Dean DeBlois' How to Train Your Dragon: The Hidden World will miss out on so many Oscars that I am pre-empting my rant towards the Academy as we speak.
For this technical masterclass in sound, visuals and making dragons cute is simply delightful. Dean DeBlois has composed a trilogy so full of wonder, charm and adorable dragons that disliking it is just unfathomable to me: especially Toothless, whose demeanour and design are so penned full of the noise 'aww' that those who tell me he isn't cute are no longer on my contacts list. Also, did I mention dragons are cute?
Well they are, but they aren't cute enough (just barely though) to entirely redeem the flawed narrative, which is just a copy/paste of the first two films with some name changes - once again featuring Hiccup and friends as they, once again, battle a big-big bad-bad who, once again, hates dragons, once again.
While many films feel sluggish, The Hidden World moves with the absurd pace of a cheetah on adrenaline, and features a villain so monotone in his "personality" that the bulbous blob of blubber being fought in the first film outshines him, and that was literally just a fat dragon.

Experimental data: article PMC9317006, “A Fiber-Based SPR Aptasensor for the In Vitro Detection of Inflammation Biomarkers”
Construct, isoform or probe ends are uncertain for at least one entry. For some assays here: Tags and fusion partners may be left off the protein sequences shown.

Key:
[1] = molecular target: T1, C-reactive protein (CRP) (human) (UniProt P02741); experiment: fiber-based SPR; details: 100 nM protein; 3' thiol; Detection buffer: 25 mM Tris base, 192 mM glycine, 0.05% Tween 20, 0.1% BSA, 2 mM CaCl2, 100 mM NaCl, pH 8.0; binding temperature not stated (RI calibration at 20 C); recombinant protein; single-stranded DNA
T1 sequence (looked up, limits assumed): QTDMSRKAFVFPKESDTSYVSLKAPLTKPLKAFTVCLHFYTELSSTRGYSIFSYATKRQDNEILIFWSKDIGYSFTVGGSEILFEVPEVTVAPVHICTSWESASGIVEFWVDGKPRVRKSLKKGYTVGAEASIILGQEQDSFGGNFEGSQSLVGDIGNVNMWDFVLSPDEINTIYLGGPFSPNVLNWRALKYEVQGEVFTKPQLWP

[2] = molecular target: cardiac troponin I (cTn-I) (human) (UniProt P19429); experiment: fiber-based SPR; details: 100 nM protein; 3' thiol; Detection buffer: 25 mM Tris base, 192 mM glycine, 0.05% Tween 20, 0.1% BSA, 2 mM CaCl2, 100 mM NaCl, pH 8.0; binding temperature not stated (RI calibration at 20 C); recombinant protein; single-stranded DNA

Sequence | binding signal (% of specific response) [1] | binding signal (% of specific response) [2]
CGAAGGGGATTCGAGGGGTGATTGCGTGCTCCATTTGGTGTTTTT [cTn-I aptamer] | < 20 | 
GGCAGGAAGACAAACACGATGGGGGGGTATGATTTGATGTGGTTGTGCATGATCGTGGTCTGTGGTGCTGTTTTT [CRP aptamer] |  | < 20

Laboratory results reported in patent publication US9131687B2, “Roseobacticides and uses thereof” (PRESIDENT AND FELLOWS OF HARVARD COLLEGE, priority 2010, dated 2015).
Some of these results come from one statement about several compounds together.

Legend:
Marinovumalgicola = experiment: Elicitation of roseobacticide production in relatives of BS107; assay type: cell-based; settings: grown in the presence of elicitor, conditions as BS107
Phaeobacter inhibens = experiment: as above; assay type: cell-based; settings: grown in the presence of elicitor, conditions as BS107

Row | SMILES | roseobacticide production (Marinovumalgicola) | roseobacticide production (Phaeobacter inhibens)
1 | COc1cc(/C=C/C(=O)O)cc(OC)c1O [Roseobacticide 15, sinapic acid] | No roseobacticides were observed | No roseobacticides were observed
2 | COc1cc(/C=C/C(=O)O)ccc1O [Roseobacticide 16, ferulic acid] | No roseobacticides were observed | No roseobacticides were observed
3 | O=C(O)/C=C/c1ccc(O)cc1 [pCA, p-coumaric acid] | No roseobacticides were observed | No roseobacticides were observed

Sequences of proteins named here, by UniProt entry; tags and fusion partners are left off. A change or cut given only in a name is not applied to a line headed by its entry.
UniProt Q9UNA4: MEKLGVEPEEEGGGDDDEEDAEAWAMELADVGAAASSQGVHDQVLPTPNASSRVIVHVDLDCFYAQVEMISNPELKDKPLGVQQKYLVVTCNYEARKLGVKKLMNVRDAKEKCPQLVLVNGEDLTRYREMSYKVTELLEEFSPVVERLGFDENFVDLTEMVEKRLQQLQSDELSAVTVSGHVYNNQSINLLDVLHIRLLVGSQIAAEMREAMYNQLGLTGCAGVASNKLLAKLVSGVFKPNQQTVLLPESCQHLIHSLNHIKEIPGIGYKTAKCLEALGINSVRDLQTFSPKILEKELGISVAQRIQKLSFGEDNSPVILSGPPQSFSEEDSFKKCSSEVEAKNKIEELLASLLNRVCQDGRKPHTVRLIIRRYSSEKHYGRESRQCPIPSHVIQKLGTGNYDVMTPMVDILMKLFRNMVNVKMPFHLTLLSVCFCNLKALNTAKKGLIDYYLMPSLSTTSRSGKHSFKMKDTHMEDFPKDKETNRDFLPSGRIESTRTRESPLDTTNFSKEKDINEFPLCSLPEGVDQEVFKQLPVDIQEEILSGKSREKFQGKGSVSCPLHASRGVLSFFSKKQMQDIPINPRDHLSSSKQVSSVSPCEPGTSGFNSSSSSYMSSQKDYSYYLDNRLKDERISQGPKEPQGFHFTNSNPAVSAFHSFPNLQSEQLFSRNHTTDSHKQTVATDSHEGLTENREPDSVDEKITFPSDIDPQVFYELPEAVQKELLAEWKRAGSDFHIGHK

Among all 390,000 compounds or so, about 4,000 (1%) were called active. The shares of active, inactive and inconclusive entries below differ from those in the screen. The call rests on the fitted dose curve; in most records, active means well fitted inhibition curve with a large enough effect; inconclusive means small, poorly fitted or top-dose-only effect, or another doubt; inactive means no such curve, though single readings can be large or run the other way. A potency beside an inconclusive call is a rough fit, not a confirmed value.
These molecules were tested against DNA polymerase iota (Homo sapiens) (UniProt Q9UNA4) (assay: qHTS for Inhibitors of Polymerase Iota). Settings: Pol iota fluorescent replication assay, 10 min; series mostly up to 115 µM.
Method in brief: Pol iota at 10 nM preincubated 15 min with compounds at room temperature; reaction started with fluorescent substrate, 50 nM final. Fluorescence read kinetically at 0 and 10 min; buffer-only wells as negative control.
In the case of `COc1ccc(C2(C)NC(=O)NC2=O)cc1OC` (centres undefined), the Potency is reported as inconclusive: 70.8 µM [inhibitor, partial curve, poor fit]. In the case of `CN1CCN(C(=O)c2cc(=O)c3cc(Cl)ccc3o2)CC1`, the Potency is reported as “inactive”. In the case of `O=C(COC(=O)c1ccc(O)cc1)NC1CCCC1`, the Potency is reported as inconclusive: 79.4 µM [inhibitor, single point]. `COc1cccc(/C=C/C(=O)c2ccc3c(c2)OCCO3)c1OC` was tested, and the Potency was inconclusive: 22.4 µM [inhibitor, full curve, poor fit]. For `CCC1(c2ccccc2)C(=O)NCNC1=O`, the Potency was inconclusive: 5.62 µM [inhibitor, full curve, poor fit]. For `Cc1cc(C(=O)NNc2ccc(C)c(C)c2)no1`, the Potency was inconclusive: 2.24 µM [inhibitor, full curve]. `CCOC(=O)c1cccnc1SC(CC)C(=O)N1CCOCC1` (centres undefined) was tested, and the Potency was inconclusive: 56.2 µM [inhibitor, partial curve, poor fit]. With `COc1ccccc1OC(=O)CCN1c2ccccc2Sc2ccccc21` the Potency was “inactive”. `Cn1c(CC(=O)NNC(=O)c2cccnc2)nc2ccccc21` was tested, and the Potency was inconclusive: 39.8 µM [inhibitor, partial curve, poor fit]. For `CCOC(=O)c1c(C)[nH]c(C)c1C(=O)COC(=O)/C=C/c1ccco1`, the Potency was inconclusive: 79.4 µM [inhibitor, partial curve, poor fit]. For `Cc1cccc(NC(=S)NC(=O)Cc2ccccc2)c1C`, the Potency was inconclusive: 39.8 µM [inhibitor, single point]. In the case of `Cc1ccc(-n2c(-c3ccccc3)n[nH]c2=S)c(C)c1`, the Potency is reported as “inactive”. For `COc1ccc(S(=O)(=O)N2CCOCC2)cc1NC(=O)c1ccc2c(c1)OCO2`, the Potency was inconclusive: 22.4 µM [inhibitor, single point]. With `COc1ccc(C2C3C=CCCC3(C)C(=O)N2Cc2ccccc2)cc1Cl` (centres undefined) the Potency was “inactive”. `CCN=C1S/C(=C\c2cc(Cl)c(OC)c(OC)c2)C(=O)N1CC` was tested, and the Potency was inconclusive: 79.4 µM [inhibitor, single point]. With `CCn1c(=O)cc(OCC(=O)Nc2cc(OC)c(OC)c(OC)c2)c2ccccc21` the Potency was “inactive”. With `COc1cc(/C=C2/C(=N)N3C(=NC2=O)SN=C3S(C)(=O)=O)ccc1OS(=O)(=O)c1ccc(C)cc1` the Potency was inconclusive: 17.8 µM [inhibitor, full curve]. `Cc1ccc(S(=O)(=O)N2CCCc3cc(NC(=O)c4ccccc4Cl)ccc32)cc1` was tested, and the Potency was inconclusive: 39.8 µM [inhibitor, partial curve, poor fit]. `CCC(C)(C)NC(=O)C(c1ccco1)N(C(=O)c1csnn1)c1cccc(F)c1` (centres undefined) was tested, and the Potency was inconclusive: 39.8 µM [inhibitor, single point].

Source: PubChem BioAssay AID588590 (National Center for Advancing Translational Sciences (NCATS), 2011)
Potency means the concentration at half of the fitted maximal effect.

But by far the most egregious step backwards is the lack of stakes. It tries to act mature by teasing a bittersweet end, before losing the conviction to stand its ground. If this were Minions, where a banana is the pinnacle of both humour and emotional complexity, then I'd be indifferent towards it.
But these are family - not kids - films, supplying universal entertainment and overhanging threads of maturity throughout their prestigious run. And changing this admirable quality just to spare some kids a bucket of tears defines cop-out for me.
But as the saying goes; one step backwards, two-hundred steps forward.
This is a gorgeous world, with vibrant colours, unique designs and possibly the best 3D I've ever seen - though that may be because Spy Kids 3D was before my time.
Toothless and his adorable googly eyes transport us through this world emotionally, while some incredibly talented cinematographers and animators use sweeping wide-shots to truly emulate the sensation of flight: or what I assume it feels like ... I'm not a bird.
Hiccup, Astrid, Gobber and co. may all be engaging in their own ways (some more than others, as I've never wanted to slap an animated character like I did TJ Miller's Tuffnut), but Toothless is so good in his wordless role that he steals every scene he is in just by existing.
One could argue the relationship he has is a little cutesy and pandering, but it certainly warmed my cold heart: if nothing more than for how teenage-boy, socially-awkward and never-flirted-before-in-his-life Toothless is. Call me weird all you want - but I'm now rooting for two dragons to get married, and this film did that to me.
It never quite reaches the comedic or emotional heights of the first two instalments, but is satisfying nonetheless: hence the massive ear-to-ear grin on my face that got me some funny looks while I skipped (ok, maybe not that happy) out of the screening. Only they weren't from me fellow audience: as they were grinning almost as much as I was.